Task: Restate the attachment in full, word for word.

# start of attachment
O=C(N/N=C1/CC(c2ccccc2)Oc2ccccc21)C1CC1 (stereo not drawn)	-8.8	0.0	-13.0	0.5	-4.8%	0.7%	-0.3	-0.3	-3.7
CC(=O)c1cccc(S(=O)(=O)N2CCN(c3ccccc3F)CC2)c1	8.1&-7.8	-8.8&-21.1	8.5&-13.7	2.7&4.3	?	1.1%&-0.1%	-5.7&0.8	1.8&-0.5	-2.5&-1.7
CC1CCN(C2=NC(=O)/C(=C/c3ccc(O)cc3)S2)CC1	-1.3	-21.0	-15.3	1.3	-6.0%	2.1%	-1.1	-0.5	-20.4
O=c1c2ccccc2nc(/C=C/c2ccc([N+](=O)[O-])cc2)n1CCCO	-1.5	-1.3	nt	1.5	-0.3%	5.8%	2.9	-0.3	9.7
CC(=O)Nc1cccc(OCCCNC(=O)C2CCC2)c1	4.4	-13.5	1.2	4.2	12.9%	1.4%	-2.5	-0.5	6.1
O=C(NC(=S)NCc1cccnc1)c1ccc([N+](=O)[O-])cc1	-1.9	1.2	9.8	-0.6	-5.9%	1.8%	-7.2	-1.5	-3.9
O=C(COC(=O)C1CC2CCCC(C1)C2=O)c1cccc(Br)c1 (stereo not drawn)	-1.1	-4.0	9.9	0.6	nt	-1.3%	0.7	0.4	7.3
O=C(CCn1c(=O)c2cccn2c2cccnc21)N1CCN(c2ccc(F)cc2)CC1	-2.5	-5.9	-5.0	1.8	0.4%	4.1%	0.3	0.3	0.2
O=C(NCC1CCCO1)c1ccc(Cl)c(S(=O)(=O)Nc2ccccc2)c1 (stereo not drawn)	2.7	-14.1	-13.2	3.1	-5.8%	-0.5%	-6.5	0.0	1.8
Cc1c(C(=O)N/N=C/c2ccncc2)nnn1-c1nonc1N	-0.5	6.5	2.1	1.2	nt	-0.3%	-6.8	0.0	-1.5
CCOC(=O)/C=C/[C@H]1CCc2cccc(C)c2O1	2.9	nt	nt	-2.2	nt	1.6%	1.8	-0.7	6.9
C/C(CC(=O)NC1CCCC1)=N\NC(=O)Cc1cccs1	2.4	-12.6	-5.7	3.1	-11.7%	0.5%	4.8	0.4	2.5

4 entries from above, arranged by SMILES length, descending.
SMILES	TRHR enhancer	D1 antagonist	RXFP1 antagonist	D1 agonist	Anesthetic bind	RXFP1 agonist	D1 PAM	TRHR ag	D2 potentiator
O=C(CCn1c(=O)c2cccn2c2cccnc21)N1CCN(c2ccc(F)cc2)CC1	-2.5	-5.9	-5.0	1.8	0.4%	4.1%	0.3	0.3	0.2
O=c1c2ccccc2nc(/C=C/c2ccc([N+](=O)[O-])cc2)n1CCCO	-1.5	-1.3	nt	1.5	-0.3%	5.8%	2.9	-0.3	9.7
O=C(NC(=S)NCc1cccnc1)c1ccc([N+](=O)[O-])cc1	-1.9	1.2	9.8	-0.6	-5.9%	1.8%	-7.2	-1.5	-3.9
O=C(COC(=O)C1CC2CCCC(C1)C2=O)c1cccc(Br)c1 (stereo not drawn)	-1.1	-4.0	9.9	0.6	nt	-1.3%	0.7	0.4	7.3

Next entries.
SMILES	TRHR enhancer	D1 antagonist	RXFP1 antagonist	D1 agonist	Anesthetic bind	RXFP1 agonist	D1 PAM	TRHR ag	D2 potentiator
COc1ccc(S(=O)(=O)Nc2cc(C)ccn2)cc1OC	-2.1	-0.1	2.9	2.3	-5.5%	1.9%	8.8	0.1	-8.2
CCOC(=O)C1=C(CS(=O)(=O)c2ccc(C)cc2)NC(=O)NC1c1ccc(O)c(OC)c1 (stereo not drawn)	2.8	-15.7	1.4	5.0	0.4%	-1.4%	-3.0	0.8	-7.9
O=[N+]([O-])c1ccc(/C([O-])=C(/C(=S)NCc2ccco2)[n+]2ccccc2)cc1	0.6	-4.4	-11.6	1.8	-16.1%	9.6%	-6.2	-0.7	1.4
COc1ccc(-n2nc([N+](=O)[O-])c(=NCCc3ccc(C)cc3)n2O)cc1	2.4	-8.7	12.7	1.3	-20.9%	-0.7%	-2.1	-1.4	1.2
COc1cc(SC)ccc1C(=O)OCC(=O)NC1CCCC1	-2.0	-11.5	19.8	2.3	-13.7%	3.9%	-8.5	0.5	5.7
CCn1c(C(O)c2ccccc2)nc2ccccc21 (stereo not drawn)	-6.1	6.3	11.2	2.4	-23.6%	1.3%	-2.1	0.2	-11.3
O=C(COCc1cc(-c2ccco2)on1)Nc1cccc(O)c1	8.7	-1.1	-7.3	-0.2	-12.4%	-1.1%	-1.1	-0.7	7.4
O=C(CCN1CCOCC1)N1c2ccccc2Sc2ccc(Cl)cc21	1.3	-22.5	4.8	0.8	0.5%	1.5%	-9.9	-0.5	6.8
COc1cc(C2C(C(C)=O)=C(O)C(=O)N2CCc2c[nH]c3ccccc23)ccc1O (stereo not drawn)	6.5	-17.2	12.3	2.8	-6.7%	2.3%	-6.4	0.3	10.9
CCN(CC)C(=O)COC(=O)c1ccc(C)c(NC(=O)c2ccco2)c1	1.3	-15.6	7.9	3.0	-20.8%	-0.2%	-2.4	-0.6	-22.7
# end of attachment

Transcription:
O=C(N/N=C1/CC(c2ccccc2)Oc2ccccc21)C1CC1 (stereo not drawn)	-8.8	0.0	-13.0	0.5	-4.8%	0.7%	-0.3	-0.3	-3.7
CC(=O)c1cccc(S(=O)(=O)N2CCN(c3ccccc3F)CC2)c1	8.1&-7.8	-8.8&-21.1	8.5&-13.7	2.7&4.3	?	1.1%&-0.1%	-5.7&0.8	1.8&-0.5	-2.5&-1.7
CC1CCN(C2=NC(=O)/C(=C/c3ccc(O)cc3)S2)CC1	-1.3	-21.0	-15.3	1.3	-6.0%	2.1%	-1.1	-0.5	-20.4
O=c1c2ccccc2nc(/C=C/c2ccc([N+](=O)[O-])cc2)n1CCCO	-1.5	-1.3	nt	1.5	-0.3%	5.8%	2.9	-0.3	9.7
CC(=O)Nc1cccc(OCCCNC(=O)C2CCC2)c1	4.4	-13.5	1.2	4.2	12.9%	1.4%	-2.5	-0.5	6.1
O=C(NC(=S)NCc1cccnc1)c1ccc([N+](=O)[O-])cc1	-1.9	1.2	9.8	-0.6	-5.9%	1.8%	-7.2	-1.5	-3.9
O=C(COC(=O)C1CC2CCCC(C1)C2=O)c1cccc(Br)c1 (stereo not drawn)	-1.1	-4.0	9.9	0.6	nt	-1.3%	0.7	0.4	7.3
O=C(CCn1c(=O)c2cccn2c2cccnc21)N1CCN(c2ccc(F)cc2)CC1	-2.5	-5.9	-5.0	1.8	0.4%	4.1%	0.3	0.3	0.2
O=C(NCC1CCCO1)c1ccc(Cl)c(S(=O)(=O)Nc2ccccc2)c1 (stereo not drawn)	2.7	-14.1	-13.2	3.1	-5.8%	-0.5%	-6.5	0.0	1.8
Cc1c(C(=O)N/N=C/c2ccncc2)nnn1-c1nonc1N	-0.5	6.5	2.1	1.2	nt	-0.3%	-6.8	0.0	-1.5
CCOC(=O)/C=C/[C@H]1CCc2cccc(C)c2O1	2.9	nt	nt	-2.2	nt	1.6%	1.8	-0.7	6.9
C/C(CC(=O)NC1CCCC1)=N\NC(=O)Cc1cccs1	2.4	-12.6	-5.7	3.1	-11.7%	0.5%	4.8	0.4	2.5

4 entries from above, arranged by SMILES length, descending.
SMILES	TRHR enhancer	D1 antagonist	RXFP1 antagonist	D1 agonist	Anesthetic bind	RXFP1 agonist	D1 PAM	TRHR ag	D2 potentiator
O=C(CCn1c(=O)c2cccn2c2cccnc21)N1CCN(c2ccc(F)cc2)CC1	-2.5	-5.9	-5.0	1.8	0.4%	4.1%	0.3	0.3	0.2
O=c1c2ccccc2nc(/C=C/c2ccc([N+](=O)[O-])cc2)n1CCCO	-1.5	-1.3	nt	1.5	-0.3%	5.8%	2.9	-0.3	9.7
O=C(NC(=S)NCc1cccnc1)c1ccc([N+](=O)[O-])cc1	-1.9	1.2	9.8	-0.6	-5.9%	1.8%	-7.2	-1.5	-3.9
O=C(COC(=O)C1CC2CCCC(C1)C2=O)c1cccc(Br)c1 (stereo not drawn)	-1.1	-4.0	9.9	0.6	nt	-1.3%	0.7	0.4	7.3

Next entries.
SMILES	TRHR enhancer	D1 antagonist	RXFP1 antagonist	D1 agonist	Anesthetic bind	RXFP1 agonist	D1 PAM	TRHR ag	D2 potentiator
COc1ccc(S(=O)(=O)Nc2cc(C)ccn2)cc1OC	-2.1	-0.1	2.9	2.3	-5.5%	1.9%	8.8	0.1	-8.2
CCOC(=O)C1=C(CS(=O)(=O)c2ccc(C)cc2)NC(=O)NC1c1ccc(O)c(OC)c1 (stereo not drawn)	2.8	-15.7	1.4	5.0	0.4%	-1.4%	-3.0	0.8	-7.9
O=[N+]([O-])c1ccc(/C([O-])=C(/C(=S)NCc2ccco2)[n+]2ccccc2)cc1	0.6	-4.4	-11.6	1.8	-16.1%	9.6%	-6.2	-0.7	1.4
COc1ccc(-n2nc([N+](=O)[O-])c(=NCCc3ccc(C)cc3)n2O)cc1	2.4	-8.7	12.7	1.3	-20.9%	-0.7%	-2.1	-1.4	1.2
COc1cc(SC)ccc1C(=O)OCC(=O)NC1CCCC1	-2.0	-11.5	19.8	2.3	-13.7%	3.9%	-8.5	0.5	5.7
CCn1c(C(O)c2ccccc2)nc2ccccc21 (stereo not drawn)	-6.1	6.3	11.2	2.4	-23.6%	1.3%	-2.1	0.2	-11.3
O=C(COCc1cc(-c2ccco2)on1)Nc1cccc(O)c1	8.7	-1.1	-7.3	-0.2	-12.4%	-1.1%	-1.1	-0.7	7.4
O=C(CCN1CCOCC1)N1c2ccccc2Sc2ccc(Cl)cc21	1.3	-22.5	4.8	0.8	0.5%	1.5%	-9.9	-0.5	6.8
COc1cc(C2C(C(C)=O)=C(O)C(=O)N2CCc2c[nH]c3ccccc23)ccc1O (stereo not drawn)	6.5	-17.2	12.3	2.8	-6.7%	2.3%	-6.4	0.3	10.9
CCN(CC)C(=O)COC(=O)c1ccc(C)c(NC(=O)c2ccco2)c1	1.3	-15.6	7.9	3.0	-20.8%	-0.2%	-2.4	-0.6	-22.7